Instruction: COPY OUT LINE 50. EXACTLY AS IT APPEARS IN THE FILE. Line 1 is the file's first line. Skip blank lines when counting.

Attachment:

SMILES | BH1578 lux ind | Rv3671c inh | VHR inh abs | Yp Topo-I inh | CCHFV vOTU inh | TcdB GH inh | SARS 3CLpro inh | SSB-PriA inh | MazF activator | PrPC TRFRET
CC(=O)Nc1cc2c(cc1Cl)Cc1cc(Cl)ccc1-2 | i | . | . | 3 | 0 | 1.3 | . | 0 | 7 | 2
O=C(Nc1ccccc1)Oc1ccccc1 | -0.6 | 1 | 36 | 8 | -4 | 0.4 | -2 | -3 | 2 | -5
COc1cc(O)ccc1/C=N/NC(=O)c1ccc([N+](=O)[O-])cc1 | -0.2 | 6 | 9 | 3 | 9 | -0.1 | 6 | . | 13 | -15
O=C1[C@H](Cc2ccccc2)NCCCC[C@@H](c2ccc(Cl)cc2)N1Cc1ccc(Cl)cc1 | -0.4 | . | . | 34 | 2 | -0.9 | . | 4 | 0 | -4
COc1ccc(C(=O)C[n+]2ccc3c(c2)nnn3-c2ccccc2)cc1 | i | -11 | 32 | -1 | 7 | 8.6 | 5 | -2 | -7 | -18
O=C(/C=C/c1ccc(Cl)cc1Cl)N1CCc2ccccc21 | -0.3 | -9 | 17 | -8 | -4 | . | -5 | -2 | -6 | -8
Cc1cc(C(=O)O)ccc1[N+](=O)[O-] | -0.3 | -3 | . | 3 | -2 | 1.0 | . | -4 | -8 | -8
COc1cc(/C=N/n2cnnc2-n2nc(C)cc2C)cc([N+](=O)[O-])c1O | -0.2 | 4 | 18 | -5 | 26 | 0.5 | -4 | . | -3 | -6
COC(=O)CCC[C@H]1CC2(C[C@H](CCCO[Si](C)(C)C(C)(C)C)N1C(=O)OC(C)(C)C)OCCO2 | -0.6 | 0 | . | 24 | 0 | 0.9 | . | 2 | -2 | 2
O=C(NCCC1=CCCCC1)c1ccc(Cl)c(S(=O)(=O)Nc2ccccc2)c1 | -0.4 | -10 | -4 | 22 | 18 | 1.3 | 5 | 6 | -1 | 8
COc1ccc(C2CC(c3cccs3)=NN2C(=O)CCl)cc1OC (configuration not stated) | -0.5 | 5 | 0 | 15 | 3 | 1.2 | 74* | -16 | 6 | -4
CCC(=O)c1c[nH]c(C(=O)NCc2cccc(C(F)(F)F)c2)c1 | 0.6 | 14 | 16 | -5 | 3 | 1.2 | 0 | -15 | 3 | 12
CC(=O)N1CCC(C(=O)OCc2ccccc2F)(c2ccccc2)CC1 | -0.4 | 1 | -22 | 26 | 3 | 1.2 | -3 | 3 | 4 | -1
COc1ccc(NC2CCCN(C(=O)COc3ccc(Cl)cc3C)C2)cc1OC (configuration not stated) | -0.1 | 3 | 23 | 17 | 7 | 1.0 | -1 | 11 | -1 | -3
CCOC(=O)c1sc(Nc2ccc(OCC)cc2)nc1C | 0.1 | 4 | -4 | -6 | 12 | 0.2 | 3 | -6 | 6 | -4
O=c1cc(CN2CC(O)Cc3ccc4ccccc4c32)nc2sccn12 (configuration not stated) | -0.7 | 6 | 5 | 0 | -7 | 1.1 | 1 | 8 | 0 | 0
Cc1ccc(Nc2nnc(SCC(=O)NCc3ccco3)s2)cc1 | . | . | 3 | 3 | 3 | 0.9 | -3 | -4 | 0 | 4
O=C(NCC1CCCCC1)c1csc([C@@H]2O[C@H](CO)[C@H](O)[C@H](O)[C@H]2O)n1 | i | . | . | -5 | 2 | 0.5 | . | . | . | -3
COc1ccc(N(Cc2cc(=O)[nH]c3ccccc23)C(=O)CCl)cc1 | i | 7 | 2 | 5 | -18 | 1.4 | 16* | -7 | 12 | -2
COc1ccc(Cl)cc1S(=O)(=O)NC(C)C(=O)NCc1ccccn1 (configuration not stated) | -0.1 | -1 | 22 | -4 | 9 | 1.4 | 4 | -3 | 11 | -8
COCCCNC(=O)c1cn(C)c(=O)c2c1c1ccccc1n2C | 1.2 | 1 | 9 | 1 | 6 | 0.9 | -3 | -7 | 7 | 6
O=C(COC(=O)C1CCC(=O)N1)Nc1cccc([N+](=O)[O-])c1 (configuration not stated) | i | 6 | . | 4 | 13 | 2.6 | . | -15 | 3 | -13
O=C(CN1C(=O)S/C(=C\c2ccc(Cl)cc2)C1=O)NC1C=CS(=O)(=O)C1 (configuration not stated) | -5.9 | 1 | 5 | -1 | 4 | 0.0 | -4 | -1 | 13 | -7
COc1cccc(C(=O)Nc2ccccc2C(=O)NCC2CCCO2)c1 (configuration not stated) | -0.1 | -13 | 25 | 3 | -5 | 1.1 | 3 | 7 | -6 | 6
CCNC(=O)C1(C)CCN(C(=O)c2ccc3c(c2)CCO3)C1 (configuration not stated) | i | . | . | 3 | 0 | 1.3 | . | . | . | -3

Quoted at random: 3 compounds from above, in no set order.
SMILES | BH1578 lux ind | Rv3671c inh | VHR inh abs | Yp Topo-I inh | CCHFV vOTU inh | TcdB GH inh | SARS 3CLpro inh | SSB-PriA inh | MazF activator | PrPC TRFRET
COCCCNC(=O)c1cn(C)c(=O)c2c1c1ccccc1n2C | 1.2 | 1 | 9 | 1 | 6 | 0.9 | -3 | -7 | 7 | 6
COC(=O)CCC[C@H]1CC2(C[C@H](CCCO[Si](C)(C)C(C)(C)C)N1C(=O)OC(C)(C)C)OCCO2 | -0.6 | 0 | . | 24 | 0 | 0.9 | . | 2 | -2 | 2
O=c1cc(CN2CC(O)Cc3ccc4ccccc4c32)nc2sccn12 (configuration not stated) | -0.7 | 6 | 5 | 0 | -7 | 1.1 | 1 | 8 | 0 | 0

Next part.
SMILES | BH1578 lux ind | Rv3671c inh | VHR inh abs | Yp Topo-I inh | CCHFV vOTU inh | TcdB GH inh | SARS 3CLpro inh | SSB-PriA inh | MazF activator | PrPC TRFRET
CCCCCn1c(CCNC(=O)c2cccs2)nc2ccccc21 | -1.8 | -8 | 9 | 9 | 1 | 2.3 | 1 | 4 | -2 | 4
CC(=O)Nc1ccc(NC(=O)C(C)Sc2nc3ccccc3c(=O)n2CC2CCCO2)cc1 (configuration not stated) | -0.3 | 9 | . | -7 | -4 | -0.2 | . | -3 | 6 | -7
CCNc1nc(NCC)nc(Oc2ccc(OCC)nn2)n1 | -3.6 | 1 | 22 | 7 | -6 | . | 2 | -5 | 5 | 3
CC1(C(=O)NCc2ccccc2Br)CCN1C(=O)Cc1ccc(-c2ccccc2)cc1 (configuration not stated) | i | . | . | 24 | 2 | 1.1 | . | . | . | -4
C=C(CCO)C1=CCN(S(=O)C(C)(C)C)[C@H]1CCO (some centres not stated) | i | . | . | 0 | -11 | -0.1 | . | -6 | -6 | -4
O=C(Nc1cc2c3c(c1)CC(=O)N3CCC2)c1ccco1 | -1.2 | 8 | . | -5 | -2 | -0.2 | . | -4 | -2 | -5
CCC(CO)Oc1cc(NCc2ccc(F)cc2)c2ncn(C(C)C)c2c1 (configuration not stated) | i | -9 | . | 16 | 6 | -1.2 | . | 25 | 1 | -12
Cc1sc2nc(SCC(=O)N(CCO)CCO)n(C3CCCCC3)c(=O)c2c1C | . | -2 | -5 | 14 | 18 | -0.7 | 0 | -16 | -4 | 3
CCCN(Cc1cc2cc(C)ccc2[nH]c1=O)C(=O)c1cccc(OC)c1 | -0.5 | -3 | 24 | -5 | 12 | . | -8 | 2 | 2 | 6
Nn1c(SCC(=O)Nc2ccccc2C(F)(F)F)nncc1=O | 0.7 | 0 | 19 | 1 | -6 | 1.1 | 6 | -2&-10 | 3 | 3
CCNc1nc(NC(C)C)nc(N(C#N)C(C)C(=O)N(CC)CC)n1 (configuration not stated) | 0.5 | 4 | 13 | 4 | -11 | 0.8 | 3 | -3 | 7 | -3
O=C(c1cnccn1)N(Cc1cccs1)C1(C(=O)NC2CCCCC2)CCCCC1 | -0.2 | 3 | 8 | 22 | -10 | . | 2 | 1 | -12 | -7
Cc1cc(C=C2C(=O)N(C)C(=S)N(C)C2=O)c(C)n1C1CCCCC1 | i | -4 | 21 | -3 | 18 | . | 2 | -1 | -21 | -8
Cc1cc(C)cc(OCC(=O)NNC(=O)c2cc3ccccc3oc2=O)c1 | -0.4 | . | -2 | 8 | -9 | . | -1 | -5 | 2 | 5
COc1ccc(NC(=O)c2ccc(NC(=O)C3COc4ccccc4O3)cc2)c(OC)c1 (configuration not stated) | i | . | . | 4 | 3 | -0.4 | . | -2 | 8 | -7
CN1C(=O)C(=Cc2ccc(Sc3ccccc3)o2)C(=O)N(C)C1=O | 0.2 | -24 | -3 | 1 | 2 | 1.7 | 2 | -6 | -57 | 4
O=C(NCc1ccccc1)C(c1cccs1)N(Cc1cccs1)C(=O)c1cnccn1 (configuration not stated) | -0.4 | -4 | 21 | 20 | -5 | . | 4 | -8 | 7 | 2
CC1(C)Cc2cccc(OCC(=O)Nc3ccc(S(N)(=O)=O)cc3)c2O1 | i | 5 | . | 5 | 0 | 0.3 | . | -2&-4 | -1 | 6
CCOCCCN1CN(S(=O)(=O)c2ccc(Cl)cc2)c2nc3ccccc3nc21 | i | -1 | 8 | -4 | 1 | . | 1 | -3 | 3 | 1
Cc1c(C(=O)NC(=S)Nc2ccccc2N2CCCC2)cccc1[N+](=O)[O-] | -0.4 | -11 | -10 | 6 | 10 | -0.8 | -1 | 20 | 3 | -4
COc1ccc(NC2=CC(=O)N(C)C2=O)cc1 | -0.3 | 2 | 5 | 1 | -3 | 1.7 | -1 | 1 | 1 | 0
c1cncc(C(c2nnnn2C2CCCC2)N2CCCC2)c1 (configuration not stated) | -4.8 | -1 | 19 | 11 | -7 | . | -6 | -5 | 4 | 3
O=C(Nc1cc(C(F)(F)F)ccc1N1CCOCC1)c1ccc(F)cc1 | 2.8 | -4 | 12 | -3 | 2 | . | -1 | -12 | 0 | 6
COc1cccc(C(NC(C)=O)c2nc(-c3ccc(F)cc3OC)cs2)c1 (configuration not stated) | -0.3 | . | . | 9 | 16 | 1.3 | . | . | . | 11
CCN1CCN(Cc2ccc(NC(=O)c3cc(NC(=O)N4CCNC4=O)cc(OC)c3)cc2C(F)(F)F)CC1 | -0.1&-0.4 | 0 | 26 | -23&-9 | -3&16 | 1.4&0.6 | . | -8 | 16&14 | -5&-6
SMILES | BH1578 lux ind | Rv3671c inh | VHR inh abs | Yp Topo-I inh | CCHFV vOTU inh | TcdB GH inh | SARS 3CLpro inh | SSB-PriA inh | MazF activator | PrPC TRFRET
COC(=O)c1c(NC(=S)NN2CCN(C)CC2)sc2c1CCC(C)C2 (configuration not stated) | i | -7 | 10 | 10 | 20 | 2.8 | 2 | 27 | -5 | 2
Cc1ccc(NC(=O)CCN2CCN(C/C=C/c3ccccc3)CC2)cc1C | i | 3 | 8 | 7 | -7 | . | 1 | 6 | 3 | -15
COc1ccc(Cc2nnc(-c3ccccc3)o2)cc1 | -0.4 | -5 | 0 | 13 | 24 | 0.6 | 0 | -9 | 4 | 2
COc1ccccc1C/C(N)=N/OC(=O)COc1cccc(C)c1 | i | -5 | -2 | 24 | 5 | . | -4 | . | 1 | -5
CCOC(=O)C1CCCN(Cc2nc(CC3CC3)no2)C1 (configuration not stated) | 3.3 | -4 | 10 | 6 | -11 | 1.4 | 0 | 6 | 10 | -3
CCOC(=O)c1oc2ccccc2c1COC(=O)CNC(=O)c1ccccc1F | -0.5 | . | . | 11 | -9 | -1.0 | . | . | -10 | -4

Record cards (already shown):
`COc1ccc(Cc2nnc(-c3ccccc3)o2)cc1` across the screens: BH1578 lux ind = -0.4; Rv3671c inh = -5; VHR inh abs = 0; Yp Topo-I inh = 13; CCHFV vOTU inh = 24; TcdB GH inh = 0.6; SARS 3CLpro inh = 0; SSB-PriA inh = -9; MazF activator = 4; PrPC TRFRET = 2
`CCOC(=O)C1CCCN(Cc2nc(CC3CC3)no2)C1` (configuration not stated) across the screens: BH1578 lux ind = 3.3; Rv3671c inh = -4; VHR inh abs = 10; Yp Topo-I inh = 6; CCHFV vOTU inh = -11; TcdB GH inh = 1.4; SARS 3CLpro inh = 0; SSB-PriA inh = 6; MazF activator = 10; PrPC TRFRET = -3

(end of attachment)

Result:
O=C(NCc1ccccc1)C(c1cccs1)N(Cc1cccs1)C(=O)c1cnccn1 (configuration not stated) | -0.4 | -4 | 21 | 20 | -5 | . | 4 | -8 | 7 | 2